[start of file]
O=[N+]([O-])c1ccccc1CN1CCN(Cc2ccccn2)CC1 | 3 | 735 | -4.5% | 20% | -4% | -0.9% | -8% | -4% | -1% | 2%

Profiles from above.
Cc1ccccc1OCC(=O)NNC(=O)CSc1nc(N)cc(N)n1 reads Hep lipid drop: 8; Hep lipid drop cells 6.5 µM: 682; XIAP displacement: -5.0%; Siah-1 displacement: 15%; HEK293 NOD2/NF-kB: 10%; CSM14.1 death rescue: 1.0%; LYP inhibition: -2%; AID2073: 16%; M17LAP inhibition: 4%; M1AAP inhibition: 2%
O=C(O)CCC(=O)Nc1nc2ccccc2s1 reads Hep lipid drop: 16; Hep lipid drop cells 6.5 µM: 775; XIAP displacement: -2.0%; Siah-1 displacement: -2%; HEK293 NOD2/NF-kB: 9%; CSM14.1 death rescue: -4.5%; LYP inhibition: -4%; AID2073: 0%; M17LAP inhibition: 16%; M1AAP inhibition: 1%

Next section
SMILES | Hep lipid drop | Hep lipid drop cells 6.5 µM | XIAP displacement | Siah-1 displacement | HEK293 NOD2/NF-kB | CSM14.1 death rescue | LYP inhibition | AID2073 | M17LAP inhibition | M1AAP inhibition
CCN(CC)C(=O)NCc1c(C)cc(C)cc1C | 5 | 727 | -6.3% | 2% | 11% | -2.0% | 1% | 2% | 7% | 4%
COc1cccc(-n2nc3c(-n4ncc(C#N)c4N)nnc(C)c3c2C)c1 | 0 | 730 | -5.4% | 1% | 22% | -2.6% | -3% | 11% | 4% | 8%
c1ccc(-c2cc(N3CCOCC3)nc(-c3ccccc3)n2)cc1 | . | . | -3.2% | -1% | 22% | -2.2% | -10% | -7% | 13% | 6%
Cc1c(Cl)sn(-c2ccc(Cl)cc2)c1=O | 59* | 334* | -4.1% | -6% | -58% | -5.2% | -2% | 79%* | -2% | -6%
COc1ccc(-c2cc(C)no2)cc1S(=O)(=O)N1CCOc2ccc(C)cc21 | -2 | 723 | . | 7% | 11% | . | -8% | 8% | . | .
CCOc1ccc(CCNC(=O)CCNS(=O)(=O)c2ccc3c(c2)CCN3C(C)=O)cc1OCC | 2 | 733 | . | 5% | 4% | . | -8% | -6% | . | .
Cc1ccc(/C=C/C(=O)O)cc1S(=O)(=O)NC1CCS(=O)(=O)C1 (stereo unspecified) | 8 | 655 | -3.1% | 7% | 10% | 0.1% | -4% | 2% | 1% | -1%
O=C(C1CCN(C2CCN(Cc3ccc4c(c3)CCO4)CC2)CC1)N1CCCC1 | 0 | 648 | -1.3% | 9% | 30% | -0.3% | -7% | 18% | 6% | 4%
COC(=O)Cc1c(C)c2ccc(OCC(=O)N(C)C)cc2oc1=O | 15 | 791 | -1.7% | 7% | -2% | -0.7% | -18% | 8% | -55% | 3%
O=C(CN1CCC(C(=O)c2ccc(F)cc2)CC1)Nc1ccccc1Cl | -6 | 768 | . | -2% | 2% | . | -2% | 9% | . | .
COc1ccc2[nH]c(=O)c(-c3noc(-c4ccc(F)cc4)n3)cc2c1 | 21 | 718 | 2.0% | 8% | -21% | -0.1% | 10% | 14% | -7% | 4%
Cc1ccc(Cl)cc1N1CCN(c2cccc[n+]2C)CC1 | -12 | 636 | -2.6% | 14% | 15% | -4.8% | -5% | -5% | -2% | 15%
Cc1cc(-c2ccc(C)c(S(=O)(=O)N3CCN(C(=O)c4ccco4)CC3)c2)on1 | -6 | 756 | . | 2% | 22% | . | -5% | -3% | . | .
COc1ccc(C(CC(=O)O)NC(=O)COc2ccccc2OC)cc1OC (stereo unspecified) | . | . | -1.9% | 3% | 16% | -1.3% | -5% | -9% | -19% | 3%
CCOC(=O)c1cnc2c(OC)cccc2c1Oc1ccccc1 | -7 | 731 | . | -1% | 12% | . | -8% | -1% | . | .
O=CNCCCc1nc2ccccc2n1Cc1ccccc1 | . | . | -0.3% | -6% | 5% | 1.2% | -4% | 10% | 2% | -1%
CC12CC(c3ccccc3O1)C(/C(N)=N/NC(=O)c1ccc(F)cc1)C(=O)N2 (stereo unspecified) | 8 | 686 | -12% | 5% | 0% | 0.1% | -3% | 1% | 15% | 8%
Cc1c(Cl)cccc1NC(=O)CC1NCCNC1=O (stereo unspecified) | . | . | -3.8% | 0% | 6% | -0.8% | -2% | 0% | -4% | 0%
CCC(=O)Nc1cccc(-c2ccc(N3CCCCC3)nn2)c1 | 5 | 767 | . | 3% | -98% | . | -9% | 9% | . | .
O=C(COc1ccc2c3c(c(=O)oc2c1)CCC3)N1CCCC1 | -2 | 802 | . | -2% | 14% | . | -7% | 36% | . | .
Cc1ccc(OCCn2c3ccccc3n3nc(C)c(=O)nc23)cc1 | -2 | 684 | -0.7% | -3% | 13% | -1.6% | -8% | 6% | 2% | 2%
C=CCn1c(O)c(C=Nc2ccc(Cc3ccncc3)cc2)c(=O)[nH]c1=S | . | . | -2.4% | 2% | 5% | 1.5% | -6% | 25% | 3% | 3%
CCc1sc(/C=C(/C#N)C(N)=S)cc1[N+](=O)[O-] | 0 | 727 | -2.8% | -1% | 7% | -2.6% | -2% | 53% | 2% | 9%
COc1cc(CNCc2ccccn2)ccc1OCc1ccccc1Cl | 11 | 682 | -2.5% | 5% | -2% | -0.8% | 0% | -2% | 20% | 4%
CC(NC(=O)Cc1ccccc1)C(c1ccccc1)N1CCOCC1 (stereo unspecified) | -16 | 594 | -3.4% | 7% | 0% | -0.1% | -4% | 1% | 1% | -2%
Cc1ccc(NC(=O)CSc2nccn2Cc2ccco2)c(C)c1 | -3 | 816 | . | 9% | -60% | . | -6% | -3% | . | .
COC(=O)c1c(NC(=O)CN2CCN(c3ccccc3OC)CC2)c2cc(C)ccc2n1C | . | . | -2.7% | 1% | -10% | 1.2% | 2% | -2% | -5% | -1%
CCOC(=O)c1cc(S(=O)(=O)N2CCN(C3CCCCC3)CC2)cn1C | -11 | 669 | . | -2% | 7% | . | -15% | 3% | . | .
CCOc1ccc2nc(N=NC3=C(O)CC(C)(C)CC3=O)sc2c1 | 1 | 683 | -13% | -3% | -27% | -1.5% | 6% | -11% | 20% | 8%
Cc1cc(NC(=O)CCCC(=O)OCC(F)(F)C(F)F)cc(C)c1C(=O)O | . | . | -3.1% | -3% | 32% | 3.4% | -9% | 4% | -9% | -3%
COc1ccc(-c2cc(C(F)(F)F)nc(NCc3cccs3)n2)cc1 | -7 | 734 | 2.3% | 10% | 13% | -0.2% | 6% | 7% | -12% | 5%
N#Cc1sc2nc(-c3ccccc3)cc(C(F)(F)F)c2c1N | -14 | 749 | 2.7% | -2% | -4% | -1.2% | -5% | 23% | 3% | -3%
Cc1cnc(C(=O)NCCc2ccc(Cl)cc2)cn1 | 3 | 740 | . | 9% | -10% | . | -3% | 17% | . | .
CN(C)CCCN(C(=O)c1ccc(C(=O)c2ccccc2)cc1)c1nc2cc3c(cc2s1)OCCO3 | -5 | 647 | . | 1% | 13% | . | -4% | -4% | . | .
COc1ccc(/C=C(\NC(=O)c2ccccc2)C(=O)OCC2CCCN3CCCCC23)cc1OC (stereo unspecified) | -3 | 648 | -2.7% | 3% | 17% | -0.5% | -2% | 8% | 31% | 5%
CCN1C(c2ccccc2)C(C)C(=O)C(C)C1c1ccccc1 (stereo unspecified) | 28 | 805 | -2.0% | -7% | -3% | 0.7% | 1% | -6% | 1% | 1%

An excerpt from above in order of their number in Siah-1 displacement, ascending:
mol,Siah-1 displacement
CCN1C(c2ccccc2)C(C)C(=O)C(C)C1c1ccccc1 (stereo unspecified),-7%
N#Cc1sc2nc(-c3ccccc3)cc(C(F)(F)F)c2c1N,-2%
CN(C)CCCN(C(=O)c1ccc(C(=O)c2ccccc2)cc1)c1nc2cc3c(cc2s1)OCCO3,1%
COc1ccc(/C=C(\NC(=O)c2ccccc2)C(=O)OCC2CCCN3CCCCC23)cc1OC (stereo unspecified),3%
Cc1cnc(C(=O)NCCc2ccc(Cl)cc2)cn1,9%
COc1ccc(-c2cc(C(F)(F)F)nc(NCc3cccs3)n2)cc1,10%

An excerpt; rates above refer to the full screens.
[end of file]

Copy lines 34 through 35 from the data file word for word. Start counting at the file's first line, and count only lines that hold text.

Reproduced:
CCOC(=O)c1cc(S(=O)(=O)N2CCN(C3CCCCC3)CC2)cn1C | -11 | 669 | . | -2% | 7% | . | -15% | 3% | . | .
CCOc1ccc2nc(N=NC3=C(O)CC(C)(C)CC3=O)sc2c1 | 1 | 683 | -13% | -3% | -27% | -1.5% | 6% | -11% | 20% | 8%